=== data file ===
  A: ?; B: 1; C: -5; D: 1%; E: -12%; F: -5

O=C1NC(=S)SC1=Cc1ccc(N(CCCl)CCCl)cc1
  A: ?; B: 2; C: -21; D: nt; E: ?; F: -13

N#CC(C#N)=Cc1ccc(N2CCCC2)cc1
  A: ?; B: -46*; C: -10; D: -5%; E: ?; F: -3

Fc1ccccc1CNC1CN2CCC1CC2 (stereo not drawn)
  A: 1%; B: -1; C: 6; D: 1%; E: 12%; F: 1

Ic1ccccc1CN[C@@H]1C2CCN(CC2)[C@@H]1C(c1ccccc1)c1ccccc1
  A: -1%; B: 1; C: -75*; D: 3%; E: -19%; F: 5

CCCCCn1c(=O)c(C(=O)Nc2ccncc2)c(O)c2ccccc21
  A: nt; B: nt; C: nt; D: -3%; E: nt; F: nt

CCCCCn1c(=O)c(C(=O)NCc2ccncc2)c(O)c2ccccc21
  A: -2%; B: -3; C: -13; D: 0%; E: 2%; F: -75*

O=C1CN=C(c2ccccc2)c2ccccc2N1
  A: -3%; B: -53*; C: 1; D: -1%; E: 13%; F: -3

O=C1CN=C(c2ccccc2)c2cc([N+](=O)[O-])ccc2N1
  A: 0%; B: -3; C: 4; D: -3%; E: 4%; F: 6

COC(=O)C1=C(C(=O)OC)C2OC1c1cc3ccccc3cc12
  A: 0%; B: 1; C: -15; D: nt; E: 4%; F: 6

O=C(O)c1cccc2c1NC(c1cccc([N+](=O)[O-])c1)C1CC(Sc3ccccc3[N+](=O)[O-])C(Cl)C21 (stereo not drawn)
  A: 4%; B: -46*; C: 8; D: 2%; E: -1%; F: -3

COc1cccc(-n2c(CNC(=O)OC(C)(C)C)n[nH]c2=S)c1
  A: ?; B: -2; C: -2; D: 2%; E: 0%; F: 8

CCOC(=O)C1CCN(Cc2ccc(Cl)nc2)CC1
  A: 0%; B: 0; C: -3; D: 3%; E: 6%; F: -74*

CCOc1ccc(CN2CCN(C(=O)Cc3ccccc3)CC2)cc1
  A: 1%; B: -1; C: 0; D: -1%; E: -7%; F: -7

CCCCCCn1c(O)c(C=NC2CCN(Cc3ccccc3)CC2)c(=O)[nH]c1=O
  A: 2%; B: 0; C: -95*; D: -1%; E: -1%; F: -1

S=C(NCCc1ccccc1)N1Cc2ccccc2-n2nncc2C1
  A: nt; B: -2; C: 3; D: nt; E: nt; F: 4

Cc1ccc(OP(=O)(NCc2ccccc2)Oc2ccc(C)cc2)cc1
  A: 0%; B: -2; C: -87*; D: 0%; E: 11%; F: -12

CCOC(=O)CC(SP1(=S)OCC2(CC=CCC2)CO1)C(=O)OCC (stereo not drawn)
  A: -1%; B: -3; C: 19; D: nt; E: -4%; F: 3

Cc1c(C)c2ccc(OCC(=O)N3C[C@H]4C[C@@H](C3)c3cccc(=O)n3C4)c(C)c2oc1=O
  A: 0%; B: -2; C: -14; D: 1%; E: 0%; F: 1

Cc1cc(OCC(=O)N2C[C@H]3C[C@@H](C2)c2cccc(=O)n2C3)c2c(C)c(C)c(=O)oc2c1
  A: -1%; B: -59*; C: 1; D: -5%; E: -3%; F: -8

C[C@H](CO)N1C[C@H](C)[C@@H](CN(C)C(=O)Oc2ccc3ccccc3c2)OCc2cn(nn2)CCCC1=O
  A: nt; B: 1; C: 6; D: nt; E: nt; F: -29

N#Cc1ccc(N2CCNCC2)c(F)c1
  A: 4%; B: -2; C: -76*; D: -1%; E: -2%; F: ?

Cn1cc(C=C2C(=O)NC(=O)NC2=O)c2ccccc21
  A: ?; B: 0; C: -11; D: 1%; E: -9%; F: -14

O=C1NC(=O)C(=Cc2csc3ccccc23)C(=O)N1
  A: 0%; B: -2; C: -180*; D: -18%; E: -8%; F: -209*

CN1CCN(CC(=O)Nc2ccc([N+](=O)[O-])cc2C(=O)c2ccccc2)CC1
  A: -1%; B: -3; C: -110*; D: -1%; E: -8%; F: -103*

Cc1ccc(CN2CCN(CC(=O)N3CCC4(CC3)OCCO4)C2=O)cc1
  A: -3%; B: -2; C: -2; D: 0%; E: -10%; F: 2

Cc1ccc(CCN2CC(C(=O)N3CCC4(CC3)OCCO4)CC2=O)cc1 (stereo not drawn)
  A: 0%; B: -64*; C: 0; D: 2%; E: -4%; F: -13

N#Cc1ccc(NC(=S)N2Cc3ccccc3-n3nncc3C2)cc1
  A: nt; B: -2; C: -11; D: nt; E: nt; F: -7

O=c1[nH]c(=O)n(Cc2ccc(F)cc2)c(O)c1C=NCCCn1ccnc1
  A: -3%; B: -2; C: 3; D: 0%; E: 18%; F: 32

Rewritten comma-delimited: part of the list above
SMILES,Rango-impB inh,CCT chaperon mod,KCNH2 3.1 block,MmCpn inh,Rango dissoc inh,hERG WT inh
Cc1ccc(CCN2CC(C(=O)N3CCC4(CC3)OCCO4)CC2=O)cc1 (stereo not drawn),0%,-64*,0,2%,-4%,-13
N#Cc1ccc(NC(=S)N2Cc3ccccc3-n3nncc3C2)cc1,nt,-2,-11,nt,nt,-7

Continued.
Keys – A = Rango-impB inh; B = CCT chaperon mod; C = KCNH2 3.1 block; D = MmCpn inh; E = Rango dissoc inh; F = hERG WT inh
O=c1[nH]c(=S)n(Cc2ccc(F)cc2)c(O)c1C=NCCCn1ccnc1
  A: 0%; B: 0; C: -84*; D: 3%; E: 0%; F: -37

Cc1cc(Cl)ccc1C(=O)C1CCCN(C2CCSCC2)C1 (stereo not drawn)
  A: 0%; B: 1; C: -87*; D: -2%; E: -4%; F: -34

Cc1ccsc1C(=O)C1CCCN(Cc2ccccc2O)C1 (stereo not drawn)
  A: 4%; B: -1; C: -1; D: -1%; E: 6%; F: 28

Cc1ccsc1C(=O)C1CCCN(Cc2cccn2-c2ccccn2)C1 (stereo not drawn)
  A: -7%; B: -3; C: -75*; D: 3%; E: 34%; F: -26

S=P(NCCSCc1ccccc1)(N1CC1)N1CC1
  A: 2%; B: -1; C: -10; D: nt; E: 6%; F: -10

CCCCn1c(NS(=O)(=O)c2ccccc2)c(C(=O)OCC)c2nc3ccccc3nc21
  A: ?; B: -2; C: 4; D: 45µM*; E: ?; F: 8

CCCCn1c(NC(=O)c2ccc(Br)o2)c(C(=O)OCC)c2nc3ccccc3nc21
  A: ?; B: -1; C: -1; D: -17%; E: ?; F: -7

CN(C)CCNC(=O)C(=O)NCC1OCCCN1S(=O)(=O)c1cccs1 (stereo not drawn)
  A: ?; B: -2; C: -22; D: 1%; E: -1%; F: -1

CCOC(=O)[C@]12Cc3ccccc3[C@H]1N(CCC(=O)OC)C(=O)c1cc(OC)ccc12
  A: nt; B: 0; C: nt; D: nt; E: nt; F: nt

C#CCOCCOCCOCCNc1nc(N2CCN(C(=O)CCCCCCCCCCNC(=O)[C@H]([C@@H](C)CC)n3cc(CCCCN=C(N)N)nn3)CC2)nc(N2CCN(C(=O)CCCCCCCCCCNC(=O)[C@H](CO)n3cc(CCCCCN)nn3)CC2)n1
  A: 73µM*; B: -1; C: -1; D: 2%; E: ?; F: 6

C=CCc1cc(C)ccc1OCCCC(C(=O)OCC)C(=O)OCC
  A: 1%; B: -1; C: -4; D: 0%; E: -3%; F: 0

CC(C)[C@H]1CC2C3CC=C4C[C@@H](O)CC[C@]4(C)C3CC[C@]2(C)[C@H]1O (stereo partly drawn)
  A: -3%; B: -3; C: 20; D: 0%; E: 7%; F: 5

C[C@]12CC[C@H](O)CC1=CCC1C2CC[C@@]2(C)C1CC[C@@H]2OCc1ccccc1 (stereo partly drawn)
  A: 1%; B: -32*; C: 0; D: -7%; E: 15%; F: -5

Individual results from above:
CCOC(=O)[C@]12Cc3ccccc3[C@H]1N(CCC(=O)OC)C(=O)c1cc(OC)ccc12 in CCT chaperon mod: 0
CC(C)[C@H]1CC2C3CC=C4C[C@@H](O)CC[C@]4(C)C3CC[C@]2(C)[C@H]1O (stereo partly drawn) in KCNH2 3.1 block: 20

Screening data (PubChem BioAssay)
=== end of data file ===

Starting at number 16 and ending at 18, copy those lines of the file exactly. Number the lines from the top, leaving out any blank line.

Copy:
O=C1CN=C(c2ccccc2)c2cc([N+](=O)[O-])ccc2N1
  A: 0%; B: -3; C: 4; D: -3%; E: 4%; F: 6

COC(=O)C1=C(C(=O)OC)C2OC1c1cc3ccccc3cc12